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Jordan Schafer has speed, bats leadoff and plays center field. If you put those three together, he probably fills the team’s greatest need – or at least ranks a close second to an oracle who can answer pesky questions like, “Should we really give this $23 million contract to a pitcher from Japan?”
For the past three years, there has been reason to wonder about Schafer. Given he carried a .211 batting average into Thursday’s game against the New York Mets, a case could be made there was still reason to wonder.
After taking the plunge from a potential organizational centerpiece to a guy known for a 50-game suspension, injuries and maybe being just a little too cocky, he’s turning into a major league player — an impact one. He is saying and doing the right things. You hear about the work ethic, the humility. He showed some toughness after taking a foul ball off the face the other day and then coming back. He slides on the base paths, dives in the outfield.
We have a natural affinity for players who get their uniform dirty. Also for guys who get five hits in a game. Schafer went 5-for-6 with three runs scored in the Braves’ 9-8, 10-inning win over the Mets. That raised his average 45 points (to .256), and equally important raised his stature in the organization.
“He’s usually showing us that he’s a prototypical leadoff hitter,” manager Fredi Gonzalez said.
“I think the kid’s been great since he’s come up,” Chipper Jones said. “I knew he had turned the corner when he came up to me in spring training and said, ‘What do I need to do better? What do I need to do to make this team?’ It told me that he realized he had been trying to do everything on his own, his own way, and it wasn’t good enough. He’s willing to be counseled now.”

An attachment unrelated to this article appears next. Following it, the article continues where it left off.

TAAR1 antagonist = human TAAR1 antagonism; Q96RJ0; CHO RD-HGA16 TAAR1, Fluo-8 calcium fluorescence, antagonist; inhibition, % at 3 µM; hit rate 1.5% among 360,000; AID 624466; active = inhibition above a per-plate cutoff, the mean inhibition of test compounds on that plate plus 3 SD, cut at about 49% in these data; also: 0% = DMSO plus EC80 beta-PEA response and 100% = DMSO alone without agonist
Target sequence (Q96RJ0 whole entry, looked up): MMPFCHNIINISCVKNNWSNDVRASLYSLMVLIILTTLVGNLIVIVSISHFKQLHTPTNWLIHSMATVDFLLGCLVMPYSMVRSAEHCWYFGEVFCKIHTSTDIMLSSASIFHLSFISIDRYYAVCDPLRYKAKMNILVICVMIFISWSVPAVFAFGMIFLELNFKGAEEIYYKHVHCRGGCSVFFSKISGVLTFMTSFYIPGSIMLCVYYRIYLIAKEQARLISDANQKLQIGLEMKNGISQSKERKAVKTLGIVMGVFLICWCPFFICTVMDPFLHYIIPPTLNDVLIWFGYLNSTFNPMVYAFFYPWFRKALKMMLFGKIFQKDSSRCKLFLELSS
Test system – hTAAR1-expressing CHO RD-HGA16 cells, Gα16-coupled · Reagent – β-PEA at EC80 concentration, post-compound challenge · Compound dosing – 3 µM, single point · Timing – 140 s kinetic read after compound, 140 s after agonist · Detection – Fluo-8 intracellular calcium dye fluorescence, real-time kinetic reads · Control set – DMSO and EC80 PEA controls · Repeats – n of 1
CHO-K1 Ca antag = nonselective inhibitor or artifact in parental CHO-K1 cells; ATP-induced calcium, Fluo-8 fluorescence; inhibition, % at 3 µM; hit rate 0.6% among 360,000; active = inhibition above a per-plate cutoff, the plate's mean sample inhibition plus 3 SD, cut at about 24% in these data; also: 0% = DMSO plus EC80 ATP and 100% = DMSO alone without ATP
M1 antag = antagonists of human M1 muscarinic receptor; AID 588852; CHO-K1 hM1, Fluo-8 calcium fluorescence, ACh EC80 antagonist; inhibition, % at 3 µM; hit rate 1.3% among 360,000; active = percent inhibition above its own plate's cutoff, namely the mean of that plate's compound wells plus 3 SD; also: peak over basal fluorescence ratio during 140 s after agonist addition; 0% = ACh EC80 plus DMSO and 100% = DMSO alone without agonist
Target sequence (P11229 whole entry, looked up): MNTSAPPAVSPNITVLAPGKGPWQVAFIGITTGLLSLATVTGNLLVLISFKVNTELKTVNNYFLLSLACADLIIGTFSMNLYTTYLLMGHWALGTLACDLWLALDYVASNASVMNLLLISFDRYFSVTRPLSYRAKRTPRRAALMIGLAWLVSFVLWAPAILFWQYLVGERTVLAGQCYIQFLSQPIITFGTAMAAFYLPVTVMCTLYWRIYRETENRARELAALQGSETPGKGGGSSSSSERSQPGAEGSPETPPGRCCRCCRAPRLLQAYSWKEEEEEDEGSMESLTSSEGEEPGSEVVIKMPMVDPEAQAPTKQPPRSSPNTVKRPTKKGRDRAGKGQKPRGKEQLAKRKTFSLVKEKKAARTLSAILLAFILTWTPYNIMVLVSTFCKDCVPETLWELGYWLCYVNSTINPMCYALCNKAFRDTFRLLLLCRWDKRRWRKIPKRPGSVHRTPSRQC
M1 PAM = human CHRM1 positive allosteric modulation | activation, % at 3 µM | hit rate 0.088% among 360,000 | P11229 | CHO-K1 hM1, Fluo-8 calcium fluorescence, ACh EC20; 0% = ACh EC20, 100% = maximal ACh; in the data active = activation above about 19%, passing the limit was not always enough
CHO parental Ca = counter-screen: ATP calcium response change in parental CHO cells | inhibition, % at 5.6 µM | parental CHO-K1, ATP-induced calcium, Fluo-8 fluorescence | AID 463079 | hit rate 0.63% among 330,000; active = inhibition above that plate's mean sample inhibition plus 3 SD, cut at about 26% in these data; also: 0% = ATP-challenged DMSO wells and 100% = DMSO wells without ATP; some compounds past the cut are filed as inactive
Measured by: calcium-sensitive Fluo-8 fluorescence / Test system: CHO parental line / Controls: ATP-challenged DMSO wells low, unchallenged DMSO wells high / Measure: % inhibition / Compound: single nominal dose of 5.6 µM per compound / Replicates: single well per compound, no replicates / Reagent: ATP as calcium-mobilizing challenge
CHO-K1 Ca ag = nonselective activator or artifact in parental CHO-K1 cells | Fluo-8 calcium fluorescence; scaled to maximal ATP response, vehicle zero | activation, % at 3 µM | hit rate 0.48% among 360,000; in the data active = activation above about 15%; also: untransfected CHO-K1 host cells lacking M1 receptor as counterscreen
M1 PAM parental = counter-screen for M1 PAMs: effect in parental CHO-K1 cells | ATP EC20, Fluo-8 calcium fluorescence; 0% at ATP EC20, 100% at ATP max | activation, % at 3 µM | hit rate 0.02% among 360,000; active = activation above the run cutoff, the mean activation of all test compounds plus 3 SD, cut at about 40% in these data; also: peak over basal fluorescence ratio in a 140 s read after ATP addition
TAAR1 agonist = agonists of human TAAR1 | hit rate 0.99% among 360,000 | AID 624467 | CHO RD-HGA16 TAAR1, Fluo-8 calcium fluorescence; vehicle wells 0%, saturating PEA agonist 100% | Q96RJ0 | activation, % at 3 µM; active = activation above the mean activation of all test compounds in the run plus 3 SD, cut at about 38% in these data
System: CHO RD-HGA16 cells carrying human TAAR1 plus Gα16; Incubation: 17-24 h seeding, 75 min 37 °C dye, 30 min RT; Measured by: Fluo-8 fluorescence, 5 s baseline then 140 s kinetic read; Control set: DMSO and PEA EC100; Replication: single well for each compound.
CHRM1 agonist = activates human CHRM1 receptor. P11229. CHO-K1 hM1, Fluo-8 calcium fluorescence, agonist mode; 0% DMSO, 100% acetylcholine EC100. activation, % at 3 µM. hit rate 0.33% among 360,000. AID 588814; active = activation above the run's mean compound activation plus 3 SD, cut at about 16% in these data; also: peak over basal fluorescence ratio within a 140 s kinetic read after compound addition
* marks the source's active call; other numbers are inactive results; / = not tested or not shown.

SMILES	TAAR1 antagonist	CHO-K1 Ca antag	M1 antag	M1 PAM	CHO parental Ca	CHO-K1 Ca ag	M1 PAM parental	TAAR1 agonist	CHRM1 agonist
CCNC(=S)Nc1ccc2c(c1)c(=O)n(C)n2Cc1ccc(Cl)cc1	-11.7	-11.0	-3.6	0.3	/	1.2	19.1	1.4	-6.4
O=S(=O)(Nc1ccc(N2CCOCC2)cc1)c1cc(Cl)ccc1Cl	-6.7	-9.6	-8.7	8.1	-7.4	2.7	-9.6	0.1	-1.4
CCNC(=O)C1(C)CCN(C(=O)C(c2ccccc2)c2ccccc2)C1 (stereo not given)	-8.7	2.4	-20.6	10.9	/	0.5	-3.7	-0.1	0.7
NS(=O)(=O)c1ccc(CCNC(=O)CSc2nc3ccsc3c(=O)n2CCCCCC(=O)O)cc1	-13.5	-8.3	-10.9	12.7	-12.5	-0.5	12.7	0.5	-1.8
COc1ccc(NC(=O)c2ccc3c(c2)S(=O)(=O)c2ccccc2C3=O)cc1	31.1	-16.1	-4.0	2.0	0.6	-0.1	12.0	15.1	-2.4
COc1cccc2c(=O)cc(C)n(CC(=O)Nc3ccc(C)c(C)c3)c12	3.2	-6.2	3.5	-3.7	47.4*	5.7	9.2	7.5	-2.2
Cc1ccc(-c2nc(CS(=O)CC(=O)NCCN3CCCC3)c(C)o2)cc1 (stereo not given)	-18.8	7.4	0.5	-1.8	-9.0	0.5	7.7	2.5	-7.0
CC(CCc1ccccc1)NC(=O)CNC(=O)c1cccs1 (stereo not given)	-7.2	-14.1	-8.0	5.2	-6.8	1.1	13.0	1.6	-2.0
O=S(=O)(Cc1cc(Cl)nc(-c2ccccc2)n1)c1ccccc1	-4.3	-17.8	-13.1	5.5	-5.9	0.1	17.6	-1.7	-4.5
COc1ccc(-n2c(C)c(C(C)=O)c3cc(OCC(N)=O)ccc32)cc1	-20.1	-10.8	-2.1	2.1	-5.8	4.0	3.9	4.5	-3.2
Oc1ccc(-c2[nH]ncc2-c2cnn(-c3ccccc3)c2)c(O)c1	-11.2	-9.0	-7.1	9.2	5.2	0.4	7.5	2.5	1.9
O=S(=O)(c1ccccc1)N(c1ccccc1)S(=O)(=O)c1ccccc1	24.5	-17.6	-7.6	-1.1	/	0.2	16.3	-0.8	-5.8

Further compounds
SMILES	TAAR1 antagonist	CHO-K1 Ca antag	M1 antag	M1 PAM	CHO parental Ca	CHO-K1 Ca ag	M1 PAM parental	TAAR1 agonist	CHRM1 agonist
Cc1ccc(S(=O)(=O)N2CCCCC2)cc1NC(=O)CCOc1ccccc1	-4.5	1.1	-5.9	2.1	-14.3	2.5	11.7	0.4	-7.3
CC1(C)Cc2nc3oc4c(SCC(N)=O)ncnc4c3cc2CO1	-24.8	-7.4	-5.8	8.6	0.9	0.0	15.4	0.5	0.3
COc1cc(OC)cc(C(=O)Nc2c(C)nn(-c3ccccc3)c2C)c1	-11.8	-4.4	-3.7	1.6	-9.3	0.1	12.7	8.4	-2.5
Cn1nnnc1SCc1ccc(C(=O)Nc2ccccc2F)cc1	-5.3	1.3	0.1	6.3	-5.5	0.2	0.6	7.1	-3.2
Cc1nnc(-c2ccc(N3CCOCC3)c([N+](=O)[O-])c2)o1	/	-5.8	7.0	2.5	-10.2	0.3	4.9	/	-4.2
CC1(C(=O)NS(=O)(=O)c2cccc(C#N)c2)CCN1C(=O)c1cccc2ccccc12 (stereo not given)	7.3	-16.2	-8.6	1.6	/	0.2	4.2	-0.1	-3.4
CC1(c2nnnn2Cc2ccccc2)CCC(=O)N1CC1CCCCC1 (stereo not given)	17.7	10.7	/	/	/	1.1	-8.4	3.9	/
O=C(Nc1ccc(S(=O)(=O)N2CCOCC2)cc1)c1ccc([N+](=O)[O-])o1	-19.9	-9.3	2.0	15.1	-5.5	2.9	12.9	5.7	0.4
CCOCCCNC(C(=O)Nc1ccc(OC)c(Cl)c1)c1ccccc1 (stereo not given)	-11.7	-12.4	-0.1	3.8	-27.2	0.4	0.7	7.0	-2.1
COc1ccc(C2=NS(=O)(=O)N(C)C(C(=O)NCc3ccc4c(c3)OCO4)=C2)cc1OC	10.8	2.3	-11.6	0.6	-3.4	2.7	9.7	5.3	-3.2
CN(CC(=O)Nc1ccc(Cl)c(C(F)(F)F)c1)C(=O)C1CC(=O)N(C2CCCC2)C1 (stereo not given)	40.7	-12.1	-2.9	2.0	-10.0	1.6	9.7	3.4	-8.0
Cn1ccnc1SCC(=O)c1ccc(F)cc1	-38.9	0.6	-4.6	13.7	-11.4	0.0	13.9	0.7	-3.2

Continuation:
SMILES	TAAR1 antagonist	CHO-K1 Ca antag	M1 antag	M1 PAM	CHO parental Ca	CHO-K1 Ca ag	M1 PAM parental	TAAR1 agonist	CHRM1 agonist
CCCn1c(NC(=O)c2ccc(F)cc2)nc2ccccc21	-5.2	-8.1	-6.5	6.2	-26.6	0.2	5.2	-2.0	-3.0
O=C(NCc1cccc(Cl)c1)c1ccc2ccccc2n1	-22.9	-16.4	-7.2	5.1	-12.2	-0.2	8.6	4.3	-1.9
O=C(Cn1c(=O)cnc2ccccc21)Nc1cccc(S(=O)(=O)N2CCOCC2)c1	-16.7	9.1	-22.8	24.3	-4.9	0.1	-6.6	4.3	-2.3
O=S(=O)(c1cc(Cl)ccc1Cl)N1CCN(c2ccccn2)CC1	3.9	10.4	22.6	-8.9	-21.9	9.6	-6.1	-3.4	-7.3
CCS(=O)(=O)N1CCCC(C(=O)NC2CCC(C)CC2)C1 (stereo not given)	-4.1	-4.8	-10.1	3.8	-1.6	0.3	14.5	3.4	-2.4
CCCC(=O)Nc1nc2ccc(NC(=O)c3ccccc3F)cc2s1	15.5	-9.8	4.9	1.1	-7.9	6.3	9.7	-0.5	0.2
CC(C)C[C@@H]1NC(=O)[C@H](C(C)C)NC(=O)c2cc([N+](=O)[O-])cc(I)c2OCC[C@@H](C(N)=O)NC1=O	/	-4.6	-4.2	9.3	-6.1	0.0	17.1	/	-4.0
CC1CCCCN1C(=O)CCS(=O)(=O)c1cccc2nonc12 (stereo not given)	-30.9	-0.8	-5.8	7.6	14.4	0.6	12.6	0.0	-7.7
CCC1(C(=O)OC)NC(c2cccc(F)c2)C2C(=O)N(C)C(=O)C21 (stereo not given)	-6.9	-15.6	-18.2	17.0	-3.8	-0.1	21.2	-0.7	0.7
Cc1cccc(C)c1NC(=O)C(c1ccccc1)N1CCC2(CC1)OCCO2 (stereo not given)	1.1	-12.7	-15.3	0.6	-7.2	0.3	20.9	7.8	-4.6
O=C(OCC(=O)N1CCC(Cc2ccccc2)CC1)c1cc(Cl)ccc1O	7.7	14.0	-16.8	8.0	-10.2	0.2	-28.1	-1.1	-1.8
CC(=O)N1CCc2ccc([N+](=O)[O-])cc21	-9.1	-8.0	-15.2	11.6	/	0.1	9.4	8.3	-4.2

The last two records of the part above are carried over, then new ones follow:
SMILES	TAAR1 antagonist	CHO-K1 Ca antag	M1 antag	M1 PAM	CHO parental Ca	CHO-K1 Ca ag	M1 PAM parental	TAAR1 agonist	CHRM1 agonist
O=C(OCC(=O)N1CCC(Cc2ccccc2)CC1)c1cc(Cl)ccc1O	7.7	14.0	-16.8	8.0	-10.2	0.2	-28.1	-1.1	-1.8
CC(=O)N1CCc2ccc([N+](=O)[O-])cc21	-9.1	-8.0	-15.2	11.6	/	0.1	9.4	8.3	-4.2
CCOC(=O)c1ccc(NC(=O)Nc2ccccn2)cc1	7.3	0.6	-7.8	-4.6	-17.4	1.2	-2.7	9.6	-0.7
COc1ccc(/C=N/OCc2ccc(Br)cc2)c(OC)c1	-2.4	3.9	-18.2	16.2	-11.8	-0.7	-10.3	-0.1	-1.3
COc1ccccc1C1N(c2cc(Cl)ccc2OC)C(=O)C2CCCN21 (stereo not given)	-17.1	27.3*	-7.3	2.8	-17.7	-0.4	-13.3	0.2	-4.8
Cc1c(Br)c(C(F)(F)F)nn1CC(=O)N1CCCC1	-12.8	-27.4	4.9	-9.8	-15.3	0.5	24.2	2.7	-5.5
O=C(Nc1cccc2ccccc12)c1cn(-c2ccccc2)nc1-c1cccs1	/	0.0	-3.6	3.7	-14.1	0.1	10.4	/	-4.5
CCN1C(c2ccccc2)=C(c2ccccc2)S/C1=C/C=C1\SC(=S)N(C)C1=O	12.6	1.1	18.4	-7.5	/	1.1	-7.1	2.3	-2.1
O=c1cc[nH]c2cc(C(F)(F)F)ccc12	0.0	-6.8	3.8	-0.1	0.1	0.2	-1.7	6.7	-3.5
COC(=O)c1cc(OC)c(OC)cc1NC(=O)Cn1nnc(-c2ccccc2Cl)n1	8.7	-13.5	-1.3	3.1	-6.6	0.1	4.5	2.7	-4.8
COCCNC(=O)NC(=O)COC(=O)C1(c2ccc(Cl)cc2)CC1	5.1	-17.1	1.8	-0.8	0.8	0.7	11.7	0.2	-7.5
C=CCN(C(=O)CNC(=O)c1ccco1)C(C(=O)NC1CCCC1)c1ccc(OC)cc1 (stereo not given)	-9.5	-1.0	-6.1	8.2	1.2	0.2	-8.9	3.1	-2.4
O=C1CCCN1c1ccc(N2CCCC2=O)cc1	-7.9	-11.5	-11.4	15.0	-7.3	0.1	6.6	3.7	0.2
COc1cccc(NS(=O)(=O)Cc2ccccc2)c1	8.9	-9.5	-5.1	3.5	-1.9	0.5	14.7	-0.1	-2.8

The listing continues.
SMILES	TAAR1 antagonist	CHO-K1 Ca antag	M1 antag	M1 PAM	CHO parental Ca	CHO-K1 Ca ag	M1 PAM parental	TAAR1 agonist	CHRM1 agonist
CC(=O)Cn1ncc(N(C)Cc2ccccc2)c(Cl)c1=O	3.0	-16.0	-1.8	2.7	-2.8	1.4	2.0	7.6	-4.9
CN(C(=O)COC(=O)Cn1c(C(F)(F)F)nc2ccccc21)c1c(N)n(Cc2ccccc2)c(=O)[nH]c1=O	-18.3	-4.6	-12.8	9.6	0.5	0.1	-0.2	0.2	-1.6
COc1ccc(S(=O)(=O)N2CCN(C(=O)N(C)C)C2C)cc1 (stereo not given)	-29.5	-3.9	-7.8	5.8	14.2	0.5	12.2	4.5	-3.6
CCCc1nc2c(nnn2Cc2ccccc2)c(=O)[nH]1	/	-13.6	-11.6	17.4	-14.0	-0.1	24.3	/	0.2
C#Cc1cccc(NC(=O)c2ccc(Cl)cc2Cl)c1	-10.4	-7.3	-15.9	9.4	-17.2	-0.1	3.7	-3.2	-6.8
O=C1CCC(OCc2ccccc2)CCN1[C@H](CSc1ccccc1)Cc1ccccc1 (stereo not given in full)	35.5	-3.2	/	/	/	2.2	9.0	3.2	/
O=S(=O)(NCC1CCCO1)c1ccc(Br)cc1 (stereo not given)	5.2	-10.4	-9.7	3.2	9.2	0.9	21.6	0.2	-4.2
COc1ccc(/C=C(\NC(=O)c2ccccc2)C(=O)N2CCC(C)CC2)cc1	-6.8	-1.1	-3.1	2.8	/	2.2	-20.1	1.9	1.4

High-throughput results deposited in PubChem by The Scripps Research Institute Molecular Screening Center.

The Braves are going to be facing a decision soon on what to do with Schafer. At this point, the answer should be obvious: keep him.
Schafer, who has been starting in center for the injured Nate McLouth, singled in each of his first four at-bats (scoring on the first three). In the 10th, following a two-out double by Diory Hernandez, Schafer kept the inning alive with an infield single when Mets first baseman Daniel Murphy failed to backhand his ground ball. Moments later, with Jason Heyward up, D.J Carrasco committed a balk, bringing Hernandez home with the winning run.
Five hits, three runs, a win — these are the nights Schafer dreams of.
“My whole objective is to get on base, no matter [how] that is,” he said. “If I can get on base five times, I figured we’ve got a good chance to win.”
Schafer brings more speed – leading the team with seven stolen bases in only 20 games – and plays better defense than McLouth. He has a stronger arm. But when Martin Prado returns from a staph infection, the Braves will have one too many outfielders (add Jason Heyward and Joe Mather) and will have to make a roster decision.
“I just want to show them I can play here and contribute and help this team win,” Schafer said. “But they have to do what they think is best.”
Words don’t clinch roster spots, but they help.
Schafer missed so much time following wrist surgery that he lost strength, timing and confidence. All of those things started to come back at Triple-A Gwinnett.
He has been carrying around a copy of a story on C.C. Sabathia, only because of this quote by the pitcher: “Once you prove to yourself what you’re capable of, you build confidence.” He also has a tattoo of a Confucius quote on his left arm: “Our greatest glory is not in rising but in the rising after the fall.”
“I got that one during the suspension,” he said. “It took a while to come back from that [emotionally]. It took a while before it was even fun again in the field.” (The 2008 suspension was for violating baseball’s substance-abuse policy, though he never tested positive and disputed the league’s decision.)
Schafer’s biggest obstacle has been fighting the urge to take a big swing and make up for three years of frustration in one at-bat.
“That’s what got me in trouble before,” he said.
Jones believes Schafer is “still learning” how to be an impact leadoff hitter, how to “hit line drives and ground balls up the middle and the other way so he can best utilize his legs. When he refines some things, he’s going to be a dynamic top of the lineup guy.”
He was just that Thursday. He may have seen Lawrenceville for the last time.
By Jeff Schultz